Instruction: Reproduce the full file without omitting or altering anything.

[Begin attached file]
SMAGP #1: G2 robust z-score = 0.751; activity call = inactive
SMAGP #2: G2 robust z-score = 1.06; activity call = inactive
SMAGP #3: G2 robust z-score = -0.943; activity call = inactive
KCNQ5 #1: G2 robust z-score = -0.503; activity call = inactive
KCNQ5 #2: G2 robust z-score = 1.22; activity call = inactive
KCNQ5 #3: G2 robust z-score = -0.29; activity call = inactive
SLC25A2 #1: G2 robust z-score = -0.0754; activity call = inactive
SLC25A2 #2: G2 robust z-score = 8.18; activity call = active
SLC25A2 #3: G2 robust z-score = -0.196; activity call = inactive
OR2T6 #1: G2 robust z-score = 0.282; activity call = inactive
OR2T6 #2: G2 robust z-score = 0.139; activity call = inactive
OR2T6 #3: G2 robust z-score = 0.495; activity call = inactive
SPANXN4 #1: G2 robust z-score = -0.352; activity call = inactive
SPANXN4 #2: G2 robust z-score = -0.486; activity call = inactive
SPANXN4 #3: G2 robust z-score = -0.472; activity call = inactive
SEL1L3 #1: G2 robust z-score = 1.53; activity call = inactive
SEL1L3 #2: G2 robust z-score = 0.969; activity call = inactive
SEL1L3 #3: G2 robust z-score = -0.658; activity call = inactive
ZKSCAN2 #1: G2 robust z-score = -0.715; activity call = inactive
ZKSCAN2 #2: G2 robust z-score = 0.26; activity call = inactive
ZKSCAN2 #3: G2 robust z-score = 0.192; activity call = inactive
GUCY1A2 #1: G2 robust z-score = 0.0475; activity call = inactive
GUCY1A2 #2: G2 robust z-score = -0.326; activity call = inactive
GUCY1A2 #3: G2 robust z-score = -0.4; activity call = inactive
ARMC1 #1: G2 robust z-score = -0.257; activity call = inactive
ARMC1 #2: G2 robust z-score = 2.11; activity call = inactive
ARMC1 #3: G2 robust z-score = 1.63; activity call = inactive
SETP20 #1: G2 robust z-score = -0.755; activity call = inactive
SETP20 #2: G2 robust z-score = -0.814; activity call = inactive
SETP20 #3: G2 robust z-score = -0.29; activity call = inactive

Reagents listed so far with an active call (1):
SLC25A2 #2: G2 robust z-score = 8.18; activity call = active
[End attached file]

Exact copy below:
SMAGP #1: G2 robust z-score = 0.751; activity call = inactive
SMAGP #2: G2 robust z-score = 1.06; activity call = inactive
SMAGP #3: G2 robust z-score = -0.943; activity call = inactive
KCNQ5 #1: G2 robust z-score = -0.503; activity call = inactive
KCNQ5 #2: G2 robust z-score = 1.22; activity call = inactive
KCNQ5 #3: G2 robust z-score = -0.29; activity call = inactive
SLC25A2 #1: G2 robust z-score = -0.0754; activity call = inactive
SLC25A2 #2: G2 robust z-score = 8.18; activity call = active
SLC25A2 #3: G2 robust z-score = -0.196; activity call = inactive
OR2T6 #1: G2 robust z-score = 0.282; activity call = inactive
OR2T6 #2: G2 robust z-score = 0.139; activity call = inactive
OR2T6 #3: G2 robust z-score = 0.495; activity call = inactive
SPANXN4 #1: G2 robust z-score = -0.352; activity call = inactive
SPANXN4 #2: G2 robust z-score = -0.486; activity call = inactive
SPANXN4 #3: G2 robust z-score = -0.472; activity call = inactive
SEL1L3 #1: G2 robust z-score = 1.53; activity call = inactive
SEL1L3 #2: G2 robust z-score = 0.969; activity call = inactive
SEL1L3 #3: G2 robust z-score = -0.658; activity call = inactive
ZKSCAN2 #1: G2 robust z-score = -0.715; activity call = inactive
ZKSCAN2 #2: G2 robust z-score = 0.26; activity call = inactive
ZKSCAN2 #3: G2 robust z-score = 0.192; activity call = inactive
GUCY1A2 #1: G2 robust z-score = 0.0475; activity call = inactive
GUCY1A2 #2: G2 robust z-score = -0.326; activity call = inactive
GUCY1A2 #3: G2 robust z-score = -0.4; activity call = inactive
ARMC1 #1: G2 robust z-score = -0.257; activity call = inactive
ARMC1 #2: G2 robust z-score = 2.11; activity call = inactive
ARMC1 #3: G2 robust z-score = 1.63; activity call = inactive
SETP20 #1: G2 robust z-score = -0.755; activity call = inactive
SETP20 #2: G2 robust z-score = -0.814; activity call = inactive
SETP20 #3: G2 robust z-score = -0.29; activity call = inactive

Reagents listed so far with an active call (1):
SLC25A2 #2: G2 robust z-score = 8.18; activity call = active